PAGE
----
What you need to know
It's been quite a year for Taiwan and the region.
It’s been a year dominated by U.S. President Donald Trump, his Tweets, and the escalating threat of military action in North Korea following a series of missile tests and that of a nuclear weapon.
“Chinese Envoy, who just returned from North Korea, seems to have had no impact on Little Rocket Man,” Trump said on Twitter in late November, referring to China’s apparent failure to influence North Korea’s leader, Kim Jong-un.
Trump’s desperation to secure leverage on North Korea through China has framed his Asia-Pacific foreign policy to the detriment of other salient issues, including China’s militarization of islands in the South China Sea, and human rights.
Trump apparently declined to bring pressure to bear on Beijing over the plight of Taiwanese human rights advocate Lee Ming-che (李明哲) during his whirlwind Asia tour in November. Lee was handed a five-year jail sentence for “subversion” shortly after Trump had left the Chinese capital boasting of US$250-billion in trade deals signed with his Chinese counterpart, Xi Jinping.
Trump was also quick to brag about the strength of his friendship with Xi, and the relationship retains its shine despite China’s recent failure to help enforce UN sanctions imposed on Seoul.
Philippine President Rodrigo Duterte is another man the American president has claimed he has “a great relationship” with, this despite the latter’s implication in the deaths of thousands during a horrific anti-drugs campaign, an issue Trump declined to mention at all during his stop in Manila.
Talk of which brings us home to Taiwan, which Duterte suggested in September was indirectly responsibly for much of the drugs trade in the Philippines through its organized crime gangs, including the Bamboo Union, a claim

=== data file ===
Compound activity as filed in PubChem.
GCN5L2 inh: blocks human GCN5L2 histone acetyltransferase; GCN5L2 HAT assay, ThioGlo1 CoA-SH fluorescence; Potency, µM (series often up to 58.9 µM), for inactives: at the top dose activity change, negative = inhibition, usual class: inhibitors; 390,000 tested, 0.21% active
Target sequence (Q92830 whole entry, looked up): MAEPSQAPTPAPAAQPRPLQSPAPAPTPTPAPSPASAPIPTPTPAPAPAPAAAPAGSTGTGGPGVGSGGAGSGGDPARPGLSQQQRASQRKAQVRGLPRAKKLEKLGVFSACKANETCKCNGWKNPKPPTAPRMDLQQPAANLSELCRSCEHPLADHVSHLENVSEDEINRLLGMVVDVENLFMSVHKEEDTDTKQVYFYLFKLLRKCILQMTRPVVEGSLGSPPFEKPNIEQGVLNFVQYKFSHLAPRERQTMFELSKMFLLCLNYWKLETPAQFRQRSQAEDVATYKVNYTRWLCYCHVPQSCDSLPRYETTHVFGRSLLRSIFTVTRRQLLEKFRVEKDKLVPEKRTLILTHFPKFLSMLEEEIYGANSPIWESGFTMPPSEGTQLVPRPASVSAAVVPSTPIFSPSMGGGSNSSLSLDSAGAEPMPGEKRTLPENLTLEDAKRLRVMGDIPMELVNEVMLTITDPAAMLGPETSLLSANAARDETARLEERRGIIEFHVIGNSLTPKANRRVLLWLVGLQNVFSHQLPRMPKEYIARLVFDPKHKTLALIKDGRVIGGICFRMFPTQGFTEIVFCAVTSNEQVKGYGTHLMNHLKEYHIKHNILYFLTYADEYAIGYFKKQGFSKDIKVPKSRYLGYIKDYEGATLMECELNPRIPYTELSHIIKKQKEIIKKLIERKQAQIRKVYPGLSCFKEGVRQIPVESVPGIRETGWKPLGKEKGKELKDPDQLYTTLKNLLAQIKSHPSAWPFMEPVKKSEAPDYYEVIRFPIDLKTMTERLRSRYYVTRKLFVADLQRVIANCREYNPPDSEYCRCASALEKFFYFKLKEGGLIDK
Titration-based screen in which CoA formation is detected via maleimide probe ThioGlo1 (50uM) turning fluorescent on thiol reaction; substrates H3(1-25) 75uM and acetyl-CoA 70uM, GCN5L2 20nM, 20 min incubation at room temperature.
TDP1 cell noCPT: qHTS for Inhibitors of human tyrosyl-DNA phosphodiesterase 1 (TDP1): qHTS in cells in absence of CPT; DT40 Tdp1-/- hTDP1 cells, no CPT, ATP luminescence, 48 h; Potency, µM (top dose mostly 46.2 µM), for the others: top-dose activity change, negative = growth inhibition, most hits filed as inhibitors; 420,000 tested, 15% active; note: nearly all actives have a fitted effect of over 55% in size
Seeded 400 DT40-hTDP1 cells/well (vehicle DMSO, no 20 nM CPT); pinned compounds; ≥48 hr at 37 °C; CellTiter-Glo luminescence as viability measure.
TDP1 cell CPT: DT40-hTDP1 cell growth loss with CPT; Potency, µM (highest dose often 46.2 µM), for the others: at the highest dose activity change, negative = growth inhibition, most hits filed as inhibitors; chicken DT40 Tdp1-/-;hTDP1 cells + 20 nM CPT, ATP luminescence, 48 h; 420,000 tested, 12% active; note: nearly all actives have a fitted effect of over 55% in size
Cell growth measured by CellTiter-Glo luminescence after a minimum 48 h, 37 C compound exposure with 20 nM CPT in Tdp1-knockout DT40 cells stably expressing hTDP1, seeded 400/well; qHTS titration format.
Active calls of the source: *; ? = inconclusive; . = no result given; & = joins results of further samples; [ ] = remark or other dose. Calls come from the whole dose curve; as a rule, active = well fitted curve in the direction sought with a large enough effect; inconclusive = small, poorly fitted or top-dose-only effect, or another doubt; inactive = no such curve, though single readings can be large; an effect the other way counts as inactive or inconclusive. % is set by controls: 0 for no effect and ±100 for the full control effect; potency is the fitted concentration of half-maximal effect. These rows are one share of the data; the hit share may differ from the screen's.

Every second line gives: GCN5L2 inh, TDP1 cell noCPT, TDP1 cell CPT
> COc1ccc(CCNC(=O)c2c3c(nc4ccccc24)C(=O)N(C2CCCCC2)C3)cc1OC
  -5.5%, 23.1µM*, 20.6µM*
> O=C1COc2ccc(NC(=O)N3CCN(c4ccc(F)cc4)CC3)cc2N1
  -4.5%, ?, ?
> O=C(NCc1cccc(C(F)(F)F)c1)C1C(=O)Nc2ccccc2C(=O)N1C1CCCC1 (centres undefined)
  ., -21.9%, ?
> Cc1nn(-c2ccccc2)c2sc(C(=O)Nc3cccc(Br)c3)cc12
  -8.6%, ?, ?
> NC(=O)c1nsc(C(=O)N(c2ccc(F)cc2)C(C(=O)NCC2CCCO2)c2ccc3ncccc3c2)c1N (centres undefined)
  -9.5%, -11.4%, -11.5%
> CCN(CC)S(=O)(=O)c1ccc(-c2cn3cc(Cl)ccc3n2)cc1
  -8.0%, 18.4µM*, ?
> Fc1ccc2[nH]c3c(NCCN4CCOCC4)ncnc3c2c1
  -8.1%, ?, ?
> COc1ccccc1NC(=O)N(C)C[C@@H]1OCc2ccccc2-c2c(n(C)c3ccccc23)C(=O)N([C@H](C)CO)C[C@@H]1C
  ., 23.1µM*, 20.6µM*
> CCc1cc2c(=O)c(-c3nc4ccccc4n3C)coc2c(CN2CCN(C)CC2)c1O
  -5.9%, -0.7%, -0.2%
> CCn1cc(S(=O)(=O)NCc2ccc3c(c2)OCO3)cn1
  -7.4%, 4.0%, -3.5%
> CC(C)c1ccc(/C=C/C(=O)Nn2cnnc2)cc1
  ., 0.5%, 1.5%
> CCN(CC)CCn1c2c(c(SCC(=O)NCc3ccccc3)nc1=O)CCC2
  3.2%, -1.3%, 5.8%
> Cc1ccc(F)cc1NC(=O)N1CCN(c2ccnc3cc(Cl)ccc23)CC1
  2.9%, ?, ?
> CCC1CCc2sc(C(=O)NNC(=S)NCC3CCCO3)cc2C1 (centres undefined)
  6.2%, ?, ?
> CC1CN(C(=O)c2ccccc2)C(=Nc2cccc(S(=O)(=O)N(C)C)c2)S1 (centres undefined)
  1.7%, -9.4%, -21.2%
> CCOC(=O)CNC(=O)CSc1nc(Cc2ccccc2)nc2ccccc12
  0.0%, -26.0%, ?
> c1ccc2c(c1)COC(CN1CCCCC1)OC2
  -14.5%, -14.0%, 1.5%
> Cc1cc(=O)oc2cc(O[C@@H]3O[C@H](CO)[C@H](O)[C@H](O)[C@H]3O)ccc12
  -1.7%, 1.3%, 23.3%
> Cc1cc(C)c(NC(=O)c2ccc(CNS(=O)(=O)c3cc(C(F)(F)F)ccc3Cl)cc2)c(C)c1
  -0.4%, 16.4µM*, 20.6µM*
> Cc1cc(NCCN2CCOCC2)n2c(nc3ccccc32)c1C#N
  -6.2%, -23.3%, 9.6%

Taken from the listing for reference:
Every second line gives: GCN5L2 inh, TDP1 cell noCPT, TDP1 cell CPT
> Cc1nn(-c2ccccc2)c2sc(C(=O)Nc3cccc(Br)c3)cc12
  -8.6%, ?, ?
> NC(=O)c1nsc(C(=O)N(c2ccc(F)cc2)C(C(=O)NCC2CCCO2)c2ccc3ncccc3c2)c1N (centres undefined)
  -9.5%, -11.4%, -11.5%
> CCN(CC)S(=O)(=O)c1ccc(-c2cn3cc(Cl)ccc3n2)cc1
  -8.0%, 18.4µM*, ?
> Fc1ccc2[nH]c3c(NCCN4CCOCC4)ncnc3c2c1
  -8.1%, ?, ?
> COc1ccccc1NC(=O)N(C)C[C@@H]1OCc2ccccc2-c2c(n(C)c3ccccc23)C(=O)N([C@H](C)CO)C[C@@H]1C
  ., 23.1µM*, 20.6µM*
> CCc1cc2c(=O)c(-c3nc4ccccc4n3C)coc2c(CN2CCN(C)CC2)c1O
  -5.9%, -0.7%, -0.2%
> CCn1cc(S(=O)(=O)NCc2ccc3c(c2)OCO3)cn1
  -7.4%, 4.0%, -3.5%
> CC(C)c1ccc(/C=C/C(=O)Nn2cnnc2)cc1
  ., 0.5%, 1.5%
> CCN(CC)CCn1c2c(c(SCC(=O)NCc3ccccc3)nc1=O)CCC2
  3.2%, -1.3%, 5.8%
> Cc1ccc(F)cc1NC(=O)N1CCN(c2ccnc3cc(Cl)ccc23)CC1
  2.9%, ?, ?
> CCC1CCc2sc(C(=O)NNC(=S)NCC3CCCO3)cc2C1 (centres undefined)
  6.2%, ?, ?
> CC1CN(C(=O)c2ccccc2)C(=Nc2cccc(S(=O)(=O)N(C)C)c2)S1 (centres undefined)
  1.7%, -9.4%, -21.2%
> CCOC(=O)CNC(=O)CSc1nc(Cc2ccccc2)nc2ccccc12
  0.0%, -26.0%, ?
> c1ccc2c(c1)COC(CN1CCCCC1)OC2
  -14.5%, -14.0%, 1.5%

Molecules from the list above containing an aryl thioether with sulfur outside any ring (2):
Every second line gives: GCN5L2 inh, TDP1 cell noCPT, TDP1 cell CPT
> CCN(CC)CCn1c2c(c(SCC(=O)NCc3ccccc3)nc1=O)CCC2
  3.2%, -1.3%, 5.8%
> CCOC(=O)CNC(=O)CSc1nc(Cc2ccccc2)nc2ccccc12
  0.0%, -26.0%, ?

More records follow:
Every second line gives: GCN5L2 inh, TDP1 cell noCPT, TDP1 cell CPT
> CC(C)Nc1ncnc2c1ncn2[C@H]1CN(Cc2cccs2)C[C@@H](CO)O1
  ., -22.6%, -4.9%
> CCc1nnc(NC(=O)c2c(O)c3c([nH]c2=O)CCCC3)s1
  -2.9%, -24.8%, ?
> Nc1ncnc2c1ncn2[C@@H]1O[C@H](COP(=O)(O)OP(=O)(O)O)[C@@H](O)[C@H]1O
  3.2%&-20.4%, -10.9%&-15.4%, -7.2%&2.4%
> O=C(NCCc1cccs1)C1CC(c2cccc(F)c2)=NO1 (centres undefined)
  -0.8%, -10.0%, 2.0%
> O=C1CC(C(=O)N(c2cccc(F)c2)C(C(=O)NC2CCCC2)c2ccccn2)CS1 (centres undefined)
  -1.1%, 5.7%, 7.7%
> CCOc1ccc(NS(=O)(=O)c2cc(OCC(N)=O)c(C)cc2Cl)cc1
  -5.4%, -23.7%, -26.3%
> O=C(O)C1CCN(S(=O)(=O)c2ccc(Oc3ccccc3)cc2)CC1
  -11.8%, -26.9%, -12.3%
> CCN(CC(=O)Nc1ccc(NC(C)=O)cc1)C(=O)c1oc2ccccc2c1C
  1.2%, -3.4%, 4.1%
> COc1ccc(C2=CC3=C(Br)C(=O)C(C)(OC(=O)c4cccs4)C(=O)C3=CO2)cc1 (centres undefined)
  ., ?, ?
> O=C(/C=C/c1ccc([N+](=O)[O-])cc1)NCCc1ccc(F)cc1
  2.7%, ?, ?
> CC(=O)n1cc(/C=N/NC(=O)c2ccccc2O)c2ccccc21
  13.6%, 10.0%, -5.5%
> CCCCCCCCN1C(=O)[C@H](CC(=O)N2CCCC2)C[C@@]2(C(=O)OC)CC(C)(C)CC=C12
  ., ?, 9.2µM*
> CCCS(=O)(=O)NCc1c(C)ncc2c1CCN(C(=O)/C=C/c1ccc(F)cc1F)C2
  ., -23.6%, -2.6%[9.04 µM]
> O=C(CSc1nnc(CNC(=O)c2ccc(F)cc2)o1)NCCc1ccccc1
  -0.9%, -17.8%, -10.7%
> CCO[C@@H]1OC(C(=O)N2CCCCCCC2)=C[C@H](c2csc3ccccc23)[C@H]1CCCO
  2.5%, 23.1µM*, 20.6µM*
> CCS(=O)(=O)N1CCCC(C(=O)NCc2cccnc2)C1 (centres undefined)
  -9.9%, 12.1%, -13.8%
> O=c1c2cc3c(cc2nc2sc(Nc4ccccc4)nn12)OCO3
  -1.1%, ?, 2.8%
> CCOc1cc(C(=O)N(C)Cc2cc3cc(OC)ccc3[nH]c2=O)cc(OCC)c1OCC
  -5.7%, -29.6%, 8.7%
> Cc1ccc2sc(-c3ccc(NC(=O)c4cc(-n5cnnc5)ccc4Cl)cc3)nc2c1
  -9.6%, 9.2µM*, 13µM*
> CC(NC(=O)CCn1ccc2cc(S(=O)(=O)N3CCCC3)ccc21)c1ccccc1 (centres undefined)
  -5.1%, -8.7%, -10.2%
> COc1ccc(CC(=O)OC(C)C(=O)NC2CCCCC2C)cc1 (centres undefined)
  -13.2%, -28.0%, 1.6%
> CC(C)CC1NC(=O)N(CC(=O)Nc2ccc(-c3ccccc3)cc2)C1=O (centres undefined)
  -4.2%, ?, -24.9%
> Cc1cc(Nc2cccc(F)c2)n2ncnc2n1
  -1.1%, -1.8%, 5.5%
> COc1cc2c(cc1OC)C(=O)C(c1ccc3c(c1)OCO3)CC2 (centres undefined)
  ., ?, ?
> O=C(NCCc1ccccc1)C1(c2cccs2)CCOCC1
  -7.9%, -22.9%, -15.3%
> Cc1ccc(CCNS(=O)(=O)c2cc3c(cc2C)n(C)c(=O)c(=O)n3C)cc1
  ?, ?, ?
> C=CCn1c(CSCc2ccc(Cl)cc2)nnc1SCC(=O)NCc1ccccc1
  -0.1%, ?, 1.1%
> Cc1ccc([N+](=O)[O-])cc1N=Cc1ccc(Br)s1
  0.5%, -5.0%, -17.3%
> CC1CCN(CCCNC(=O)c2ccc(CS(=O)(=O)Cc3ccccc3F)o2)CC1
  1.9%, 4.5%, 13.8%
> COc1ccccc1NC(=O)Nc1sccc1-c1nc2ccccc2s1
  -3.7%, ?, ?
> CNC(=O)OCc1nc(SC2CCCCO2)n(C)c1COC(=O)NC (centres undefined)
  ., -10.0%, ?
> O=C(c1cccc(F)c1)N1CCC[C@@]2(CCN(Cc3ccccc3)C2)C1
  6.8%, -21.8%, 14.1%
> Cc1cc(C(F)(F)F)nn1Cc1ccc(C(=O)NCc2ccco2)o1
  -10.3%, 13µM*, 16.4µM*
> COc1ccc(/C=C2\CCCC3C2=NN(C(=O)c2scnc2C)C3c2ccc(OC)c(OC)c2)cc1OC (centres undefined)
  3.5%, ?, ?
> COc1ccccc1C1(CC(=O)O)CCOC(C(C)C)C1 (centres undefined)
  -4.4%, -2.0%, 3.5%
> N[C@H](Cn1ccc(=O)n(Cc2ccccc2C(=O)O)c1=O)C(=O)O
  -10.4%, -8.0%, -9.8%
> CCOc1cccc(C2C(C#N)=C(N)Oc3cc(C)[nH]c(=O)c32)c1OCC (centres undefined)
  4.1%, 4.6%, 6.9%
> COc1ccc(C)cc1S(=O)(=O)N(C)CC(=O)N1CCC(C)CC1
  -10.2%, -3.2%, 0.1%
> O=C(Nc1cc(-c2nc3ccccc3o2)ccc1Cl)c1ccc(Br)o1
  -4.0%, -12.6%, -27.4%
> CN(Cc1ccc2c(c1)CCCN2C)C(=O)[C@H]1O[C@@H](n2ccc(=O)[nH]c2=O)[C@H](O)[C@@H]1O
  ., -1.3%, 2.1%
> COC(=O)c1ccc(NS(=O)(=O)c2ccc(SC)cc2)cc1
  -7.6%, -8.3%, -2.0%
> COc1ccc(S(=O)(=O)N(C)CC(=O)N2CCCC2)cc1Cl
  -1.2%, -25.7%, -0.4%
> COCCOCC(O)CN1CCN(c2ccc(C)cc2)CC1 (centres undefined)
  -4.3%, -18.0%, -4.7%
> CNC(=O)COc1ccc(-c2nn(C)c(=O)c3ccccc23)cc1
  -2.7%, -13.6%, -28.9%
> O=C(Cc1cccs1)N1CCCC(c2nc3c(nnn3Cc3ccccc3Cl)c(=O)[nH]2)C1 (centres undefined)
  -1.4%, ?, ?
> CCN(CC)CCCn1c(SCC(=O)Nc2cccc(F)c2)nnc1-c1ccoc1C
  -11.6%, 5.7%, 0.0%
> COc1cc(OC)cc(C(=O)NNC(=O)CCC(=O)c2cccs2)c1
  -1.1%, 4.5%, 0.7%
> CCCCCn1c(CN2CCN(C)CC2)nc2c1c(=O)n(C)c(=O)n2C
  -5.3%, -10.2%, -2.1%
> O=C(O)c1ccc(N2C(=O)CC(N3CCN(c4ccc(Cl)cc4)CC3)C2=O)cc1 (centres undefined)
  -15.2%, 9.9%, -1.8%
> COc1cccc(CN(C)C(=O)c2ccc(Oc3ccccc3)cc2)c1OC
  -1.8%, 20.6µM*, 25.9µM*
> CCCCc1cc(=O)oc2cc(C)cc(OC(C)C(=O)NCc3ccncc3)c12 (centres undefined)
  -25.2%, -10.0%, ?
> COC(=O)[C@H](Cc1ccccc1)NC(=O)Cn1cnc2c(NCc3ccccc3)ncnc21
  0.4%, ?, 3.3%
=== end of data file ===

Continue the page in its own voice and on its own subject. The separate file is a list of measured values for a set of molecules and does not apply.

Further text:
It has been a difficult mid-term year for Taiwan President Tsai Ing-wen (蔡英文), who has struggled in the polls amid fallout from Panama’s June switch in diplomatic allegiance from Taipei to Beijing, reducing the number of countries that recognize Taiwan diplomatically to 20, as well as protests relating to pension reform and labor law amendments.
Taiwan has also very much in play in the tug of war going on between Washington and Beijing this year, with an embassy official in Washington DC recently threatening to trigger its Anti-Secession Law, which permits the use of force against Taiwan, if U.S. Navy ships restart port visits here.
President Tsai said in end of year remarks Dec. 29 that Taiwan will enhance its own defense capabilities amid the heightened tension on the Korean Peninsula, strategic cooperation between the U.S. and China, and “increasingly frequency of air and sea activities by the People's Liberation Army.”
All of which would make for a fairly bleak assessment of 2017, were it not for the landmark decision by Taiwan’s Constitutional Court to rule that the prohibition on same-sex marriage was unconstitutional. You can view a bigger, more comprehensive version of our cartoon over on our Facebook page.
Here’s hoping for a secure and prosperous 2018.
Editor: David Green